Is it far-fetched to think that the wisdom which comes with age came to Mahathir as an epiphany, writes Khoo Boo Teik.
Dr Mahathir Mohamad and Anwar Ibrahim had their historic meeting on 5 September 2016.
Since then, much has been written on their reconciliation, Pakatan Harapan’s formation, and Mahathir’s nomination as prime minister if the opposition wins the coming general election.
About Mahathir’s political return, we now know many things except the puzzle that is the man himself, around whom an amazing turn of events revolves.
We can tackle the puzzle by raising two questions: what is the underlying motif of his intervention? What are his deep personal motivations for fighting Najib Abdul Razak and the Umno-BN regime?
Looking back, it seems surreal that all the opposition’s roads lead to Mahathir.
“Mahathir’s aura,” Mazlan Aliman of Anak Felda claimed, reassured Felda settlers that a Pakatan government would restore Felda and resolve the settlers’ financial burdens. Indeed, one Pakatan slogan for Felda areas is “Selamatkan Felda, Selamatkan Malaysia” (Save Felda, Save Malaysia).
Amanah leaders, such as Mohamad Sabu and Salahuddin Ayub, are confident that Pakatan Harapan’s nomination of Mahathir as ‘prime minister-in-waiting’ shattered Umno’s propaganda that an Umno defeat would mean “Chinese DAP domination”.
Mahathir has brought many advantages to the Harapan side. But his unsuspected value lies in his persona of a saviour. Historical circumstances and his exertions conferred that upon him.
He was involved in the anti-Malayan Union movement that Malays regarded as the definitive event in saving Tanah Melayu and the special position of the Malays from colonial perfidy and immigrant domination.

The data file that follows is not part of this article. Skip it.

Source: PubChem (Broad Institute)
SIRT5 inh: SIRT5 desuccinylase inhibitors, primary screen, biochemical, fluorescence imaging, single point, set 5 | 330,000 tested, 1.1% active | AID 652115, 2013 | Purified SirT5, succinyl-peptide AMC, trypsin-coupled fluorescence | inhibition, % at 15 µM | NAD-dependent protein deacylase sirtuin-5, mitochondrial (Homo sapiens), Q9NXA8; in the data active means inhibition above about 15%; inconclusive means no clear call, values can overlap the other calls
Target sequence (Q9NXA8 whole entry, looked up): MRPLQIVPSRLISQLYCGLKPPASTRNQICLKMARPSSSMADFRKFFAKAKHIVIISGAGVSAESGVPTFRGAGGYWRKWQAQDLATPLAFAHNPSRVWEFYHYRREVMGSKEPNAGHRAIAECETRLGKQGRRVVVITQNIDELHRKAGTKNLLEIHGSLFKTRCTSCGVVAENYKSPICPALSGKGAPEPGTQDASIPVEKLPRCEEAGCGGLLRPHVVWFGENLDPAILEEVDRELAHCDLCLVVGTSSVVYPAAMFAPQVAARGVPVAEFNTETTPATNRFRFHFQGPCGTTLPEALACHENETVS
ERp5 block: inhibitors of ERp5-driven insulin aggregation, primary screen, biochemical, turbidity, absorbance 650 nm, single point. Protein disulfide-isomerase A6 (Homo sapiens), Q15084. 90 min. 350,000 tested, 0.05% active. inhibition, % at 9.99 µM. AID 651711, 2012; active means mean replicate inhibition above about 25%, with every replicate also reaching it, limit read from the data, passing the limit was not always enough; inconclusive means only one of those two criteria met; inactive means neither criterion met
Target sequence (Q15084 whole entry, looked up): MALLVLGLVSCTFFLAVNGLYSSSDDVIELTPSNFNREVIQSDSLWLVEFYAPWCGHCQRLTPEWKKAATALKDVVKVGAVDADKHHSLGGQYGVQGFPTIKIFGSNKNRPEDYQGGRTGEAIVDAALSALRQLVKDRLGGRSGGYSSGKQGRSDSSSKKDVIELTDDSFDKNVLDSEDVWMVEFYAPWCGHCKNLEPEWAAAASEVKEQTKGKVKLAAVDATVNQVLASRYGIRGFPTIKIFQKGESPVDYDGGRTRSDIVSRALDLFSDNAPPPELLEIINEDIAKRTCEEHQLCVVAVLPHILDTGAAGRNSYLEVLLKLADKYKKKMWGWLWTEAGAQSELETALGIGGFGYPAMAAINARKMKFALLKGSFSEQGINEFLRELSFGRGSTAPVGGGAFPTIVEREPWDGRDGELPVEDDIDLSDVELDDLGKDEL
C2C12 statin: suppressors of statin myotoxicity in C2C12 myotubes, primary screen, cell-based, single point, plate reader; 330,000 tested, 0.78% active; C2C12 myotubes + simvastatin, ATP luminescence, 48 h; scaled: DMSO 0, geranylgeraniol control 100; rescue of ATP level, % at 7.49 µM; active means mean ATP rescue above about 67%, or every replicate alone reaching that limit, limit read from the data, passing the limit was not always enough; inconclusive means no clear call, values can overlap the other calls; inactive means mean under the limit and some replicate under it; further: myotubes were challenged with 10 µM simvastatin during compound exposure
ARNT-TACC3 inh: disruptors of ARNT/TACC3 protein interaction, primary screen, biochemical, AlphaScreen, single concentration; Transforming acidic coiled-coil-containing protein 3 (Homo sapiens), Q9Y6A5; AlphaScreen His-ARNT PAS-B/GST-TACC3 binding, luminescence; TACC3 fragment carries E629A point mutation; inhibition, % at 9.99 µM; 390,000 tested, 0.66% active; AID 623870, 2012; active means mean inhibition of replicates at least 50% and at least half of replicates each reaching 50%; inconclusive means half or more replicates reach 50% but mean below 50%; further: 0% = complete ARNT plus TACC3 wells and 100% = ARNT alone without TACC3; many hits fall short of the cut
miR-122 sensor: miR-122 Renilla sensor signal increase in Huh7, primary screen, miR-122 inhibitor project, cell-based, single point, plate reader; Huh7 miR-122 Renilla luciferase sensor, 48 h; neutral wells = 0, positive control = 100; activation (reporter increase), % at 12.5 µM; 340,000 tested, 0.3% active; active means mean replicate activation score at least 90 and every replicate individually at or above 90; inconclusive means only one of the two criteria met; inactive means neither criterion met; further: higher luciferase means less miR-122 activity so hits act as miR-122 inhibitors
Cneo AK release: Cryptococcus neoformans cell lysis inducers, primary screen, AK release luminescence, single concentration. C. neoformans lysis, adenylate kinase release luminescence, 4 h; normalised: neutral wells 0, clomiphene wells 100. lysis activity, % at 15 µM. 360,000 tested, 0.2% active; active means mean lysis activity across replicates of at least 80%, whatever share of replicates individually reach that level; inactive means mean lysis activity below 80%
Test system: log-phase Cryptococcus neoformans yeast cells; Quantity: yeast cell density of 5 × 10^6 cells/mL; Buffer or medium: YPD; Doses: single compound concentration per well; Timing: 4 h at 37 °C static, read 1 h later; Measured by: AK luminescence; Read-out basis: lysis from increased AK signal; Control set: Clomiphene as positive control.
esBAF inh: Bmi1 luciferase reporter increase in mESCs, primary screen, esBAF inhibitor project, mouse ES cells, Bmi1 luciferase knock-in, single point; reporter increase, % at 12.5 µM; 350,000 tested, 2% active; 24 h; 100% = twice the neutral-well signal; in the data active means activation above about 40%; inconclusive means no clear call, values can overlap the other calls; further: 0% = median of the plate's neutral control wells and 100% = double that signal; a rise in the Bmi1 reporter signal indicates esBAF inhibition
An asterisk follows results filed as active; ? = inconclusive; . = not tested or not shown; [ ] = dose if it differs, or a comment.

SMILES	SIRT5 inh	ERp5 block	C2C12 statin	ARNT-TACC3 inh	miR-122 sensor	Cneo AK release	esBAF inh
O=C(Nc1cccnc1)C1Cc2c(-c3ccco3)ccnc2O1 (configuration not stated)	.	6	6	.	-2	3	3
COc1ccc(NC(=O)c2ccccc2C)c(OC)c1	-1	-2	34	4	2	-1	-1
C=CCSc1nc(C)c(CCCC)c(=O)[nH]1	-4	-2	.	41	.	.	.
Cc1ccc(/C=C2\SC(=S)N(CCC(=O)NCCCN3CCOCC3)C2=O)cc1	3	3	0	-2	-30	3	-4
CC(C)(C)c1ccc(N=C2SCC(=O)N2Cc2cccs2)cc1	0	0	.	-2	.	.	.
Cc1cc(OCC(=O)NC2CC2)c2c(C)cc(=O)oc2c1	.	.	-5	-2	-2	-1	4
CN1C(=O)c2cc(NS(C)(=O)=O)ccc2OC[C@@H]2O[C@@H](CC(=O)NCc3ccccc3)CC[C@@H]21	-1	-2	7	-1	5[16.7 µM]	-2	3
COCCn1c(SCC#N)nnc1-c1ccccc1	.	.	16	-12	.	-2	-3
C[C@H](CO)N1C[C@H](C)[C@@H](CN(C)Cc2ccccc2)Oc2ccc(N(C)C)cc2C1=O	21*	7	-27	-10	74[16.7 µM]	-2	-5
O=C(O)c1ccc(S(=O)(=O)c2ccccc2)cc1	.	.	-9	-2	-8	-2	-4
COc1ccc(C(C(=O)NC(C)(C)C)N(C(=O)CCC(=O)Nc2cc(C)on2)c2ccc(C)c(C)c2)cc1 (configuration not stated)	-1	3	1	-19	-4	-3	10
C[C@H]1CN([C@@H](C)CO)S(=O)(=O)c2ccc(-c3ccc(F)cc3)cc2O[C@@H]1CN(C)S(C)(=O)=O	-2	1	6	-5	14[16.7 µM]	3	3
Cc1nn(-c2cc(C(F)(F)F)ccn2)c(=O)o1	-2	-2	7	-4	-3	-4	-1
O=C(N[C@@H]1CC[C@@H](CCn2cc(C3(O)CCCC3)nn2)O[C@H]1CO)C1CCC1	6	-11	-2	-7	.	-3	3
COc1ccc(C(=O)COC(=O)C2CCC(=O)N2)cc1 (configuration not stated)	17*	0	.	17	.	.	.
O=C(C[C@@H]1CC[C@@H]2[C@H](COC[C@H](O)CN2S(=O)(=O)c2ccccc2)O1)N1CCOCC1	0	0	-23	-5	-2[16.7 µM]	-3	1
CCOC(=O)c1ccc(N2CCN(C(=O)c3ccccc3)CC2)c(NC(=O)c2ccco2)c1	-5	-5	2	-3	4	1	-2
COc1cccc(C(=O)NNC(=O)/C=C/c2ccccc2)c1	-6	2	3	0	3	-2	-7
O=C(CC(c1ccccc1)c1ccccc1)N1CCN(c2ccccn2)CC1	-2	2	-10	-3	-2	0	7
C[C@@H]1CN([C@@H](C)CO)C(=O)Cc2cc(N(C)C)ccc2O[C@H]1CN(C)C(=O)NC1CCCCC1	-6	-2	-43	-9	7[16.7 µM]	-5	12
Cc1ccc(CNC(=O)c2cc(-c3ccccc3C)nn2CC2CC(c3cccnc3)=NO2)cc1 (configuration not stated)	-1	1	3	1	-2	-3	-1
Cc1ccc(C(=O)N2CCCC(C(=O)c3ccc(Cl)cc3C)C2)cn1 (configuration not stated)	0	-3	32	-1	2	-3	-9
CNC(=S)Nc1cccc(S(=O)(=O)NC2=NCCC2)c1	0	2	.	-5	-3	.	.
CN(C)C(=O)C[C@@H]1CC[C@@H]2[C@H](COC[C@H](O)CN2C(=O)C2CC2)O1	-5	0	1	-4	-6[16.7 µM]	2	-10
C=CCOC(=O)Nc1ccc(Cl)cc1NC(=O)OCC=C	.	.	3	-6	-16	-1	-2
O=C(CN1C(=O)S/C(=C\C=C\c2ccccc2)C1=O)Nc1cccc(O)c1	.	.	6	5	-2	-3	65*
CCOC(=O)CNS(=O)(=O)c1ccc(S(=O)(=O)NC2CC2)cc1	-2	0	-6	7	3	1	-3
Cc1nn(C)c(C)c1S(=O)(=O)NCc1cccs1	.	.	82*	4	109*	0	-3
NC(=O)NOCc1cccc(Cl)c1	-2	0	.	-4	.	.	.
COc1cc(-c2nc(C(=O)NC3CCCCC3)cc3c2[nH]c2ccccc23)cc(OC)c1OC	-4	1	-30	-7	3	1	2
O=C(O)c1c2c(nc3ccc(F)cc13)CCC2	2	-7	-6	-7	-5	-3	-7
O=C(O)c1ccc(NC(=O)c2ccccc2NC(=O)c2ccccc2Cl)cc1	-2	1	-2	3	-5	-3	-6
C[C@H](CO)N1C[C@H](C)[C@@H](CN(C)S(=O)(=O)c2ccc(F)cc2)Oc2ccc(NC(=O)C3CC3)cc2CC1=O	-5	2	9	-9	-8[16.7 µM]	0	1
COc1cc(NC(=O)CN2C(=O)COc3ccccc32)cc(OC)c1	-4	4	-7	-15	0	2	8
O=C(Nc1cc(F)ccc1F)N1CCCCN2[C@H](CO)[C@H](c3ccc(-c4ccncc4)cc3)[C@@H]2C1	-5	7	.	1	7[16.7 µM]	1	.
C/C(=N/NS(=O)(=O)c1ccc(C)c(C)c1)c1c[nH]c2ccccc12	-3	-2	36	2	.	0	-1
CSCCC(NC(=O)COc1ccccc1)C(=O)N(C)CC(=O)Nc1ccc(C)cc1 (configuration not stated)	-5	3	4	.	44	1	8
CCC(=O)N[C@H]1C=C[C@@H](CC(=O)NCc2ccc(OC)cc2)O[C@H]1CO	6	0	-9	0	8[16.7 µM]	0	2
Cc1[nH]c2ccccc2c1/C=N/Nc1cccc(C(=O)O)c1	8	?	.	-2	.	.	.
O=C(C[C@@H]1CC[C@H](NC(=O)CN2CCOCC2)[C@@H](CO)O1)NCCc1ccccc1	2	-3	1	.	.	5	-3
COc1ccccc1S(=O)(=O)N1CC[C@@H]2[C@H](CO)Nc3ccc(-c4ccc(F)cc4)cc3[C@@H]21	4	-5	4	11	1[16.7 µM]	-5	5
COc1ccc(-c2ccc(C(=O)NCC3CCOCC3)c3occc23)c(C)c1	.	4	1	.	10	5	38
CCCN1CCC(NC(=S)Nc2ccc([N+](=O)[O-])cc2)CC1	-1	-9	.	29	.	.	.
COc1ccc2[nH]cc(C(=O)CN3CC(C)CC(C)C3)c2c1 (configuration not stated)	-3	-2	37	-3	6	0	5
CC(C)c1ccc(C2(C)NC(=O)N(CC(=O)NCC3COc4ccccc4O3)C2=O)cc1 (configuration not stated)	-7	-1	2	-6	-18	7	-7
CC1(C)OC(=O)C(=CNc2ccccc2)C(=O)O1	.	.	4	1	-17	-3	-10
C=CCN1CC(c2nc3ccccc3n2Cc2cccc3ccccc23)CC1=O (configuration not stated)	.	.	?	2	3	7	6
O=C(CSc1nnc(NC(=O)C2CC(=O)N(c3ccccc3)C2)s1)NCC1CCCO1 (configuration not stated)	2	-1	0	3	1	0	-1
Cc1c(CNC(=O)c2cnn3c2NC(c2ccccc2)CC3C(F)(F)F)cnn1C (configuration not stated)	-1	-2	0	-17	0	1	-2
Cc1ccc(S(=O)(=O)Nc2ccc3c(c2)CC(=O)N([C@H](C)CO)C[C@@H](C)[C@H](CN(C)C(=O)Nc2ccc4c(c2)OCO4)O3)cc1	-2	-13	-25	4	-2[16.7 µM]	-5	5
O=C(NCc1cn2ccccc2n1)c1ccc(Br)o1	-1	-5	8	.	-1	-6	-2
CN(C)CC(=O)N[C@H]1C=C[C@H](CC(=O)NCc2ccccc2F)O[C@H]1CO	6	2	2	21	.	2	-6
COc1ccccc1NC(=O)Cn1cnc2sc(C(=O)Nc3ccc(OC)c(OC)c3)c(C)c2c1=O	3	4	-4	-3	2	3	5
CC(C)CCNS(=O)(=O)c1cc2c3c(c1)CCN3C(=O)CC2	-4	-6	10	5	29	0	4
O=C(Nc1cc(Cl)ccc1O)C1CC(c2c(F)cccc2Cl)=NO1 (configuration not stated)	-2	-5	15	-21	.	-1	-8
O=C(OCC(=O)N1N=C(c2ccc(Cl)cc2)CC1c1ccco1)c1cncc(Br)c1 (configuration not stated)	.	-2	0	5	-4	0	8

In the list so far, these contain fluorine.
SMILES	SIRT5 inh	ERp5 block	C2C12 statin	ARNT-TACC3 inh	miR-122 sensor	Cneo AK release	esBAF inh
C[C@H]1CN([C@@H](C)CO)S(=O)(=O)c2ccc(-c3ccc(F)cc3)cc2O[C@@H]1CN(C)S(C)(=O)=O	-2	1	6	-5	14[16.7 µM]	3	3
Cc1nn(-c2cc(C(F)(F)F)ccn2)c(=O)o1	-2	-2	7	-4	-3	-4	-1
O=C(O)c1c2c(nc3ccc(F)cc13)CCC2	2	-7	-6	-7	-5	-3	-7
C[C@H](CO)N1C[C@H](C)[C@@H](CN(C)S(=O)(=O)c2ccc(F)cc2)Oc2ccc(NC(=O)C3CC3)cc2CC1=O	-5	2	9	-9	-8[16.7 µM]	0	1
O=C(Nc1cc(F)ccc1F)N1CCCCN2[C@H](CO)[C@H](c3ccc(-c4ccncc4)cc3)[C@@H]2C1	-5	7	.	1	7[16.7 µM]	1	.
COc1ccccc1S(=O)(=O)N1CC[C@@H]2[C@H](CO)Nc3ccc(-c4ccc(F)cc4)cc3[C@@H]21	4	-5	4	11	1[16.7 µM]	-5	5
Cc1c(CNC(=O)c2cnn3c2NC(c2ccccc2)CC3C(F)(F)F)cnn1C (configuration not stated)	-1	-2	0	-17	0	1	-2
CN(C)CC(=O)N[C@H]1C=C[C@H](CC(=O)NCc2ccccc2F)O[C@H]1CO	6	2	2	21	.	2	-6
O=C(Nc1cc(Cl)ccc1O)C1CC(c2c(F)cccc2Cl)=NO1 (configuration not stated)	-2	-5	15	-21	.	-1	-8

As a young doctor, he built up a good reputation for treating the sick, an esteemed way of saving lives. As was “Dr Umno”, he was an ideologue for the mission of saving the ‘Malay race’ from poverty and economic backwardness.
Abdul Razak Hussein co-opted Mahathir for his project to recover Umno’s pre-eminence that was battered in the May 1969 elections. In 1988, Mahathir ‘saved’ the deregistered Umno by forming Umno Baru.
He risked his own political survival to rescue the national economy in two crises. In 1986 he “held the New Economic Policy in abeyance”, one reason for Team B’s challenge to his leadership of Umno. In 1998 he imposed capital controls against economic orthodoxy and international condemnation.
In Menghadapi Cabaran (The Challenge), a book he wrote when he was the deputy prime minister, he endlessly lectured the Malays on their ‘unworthy values’, their tendency towards religious obscurantism, and their indifference to new forms of colonial subjection. It was tiresome to them but Mahathir meant to save the Malays from themselves!
One begins to see how a man with this background offers himself as a rallying point to rescue the economy from bankruptcy, the people from suffering and the nation from continued shame.
When Mahathir began talking to PKR leaders, Tian Chua said simply to me, “Ultimately Mahathir’s a nationalist.” The opposition leaders made a tacit bow before his saviour’s persona when they allied with him to fight Najib and Umno-BN.
The ruling regime’s spokespeople mocked at Mahathir. They pronounced him too old and infirm. They chided him for not relaxing with his grandchildren. Such insensitivity only raised the sincerity and value of Mahathir’s sacrifice in the public eye.
Wisdom and epiphany
Mahathir did not act from political motives alone. He was probably driven by deep personal motivations between the 2013 general election and the exposé of the 1MDB scandal in 2015.
He was contemptuous of Abdullah Ahmad Badawi and scarcely believed that Najib would lead Umno-BN to a worse performance in 2013. For the next two years, Mahathir was preoccupied with Umno’s weaknesses.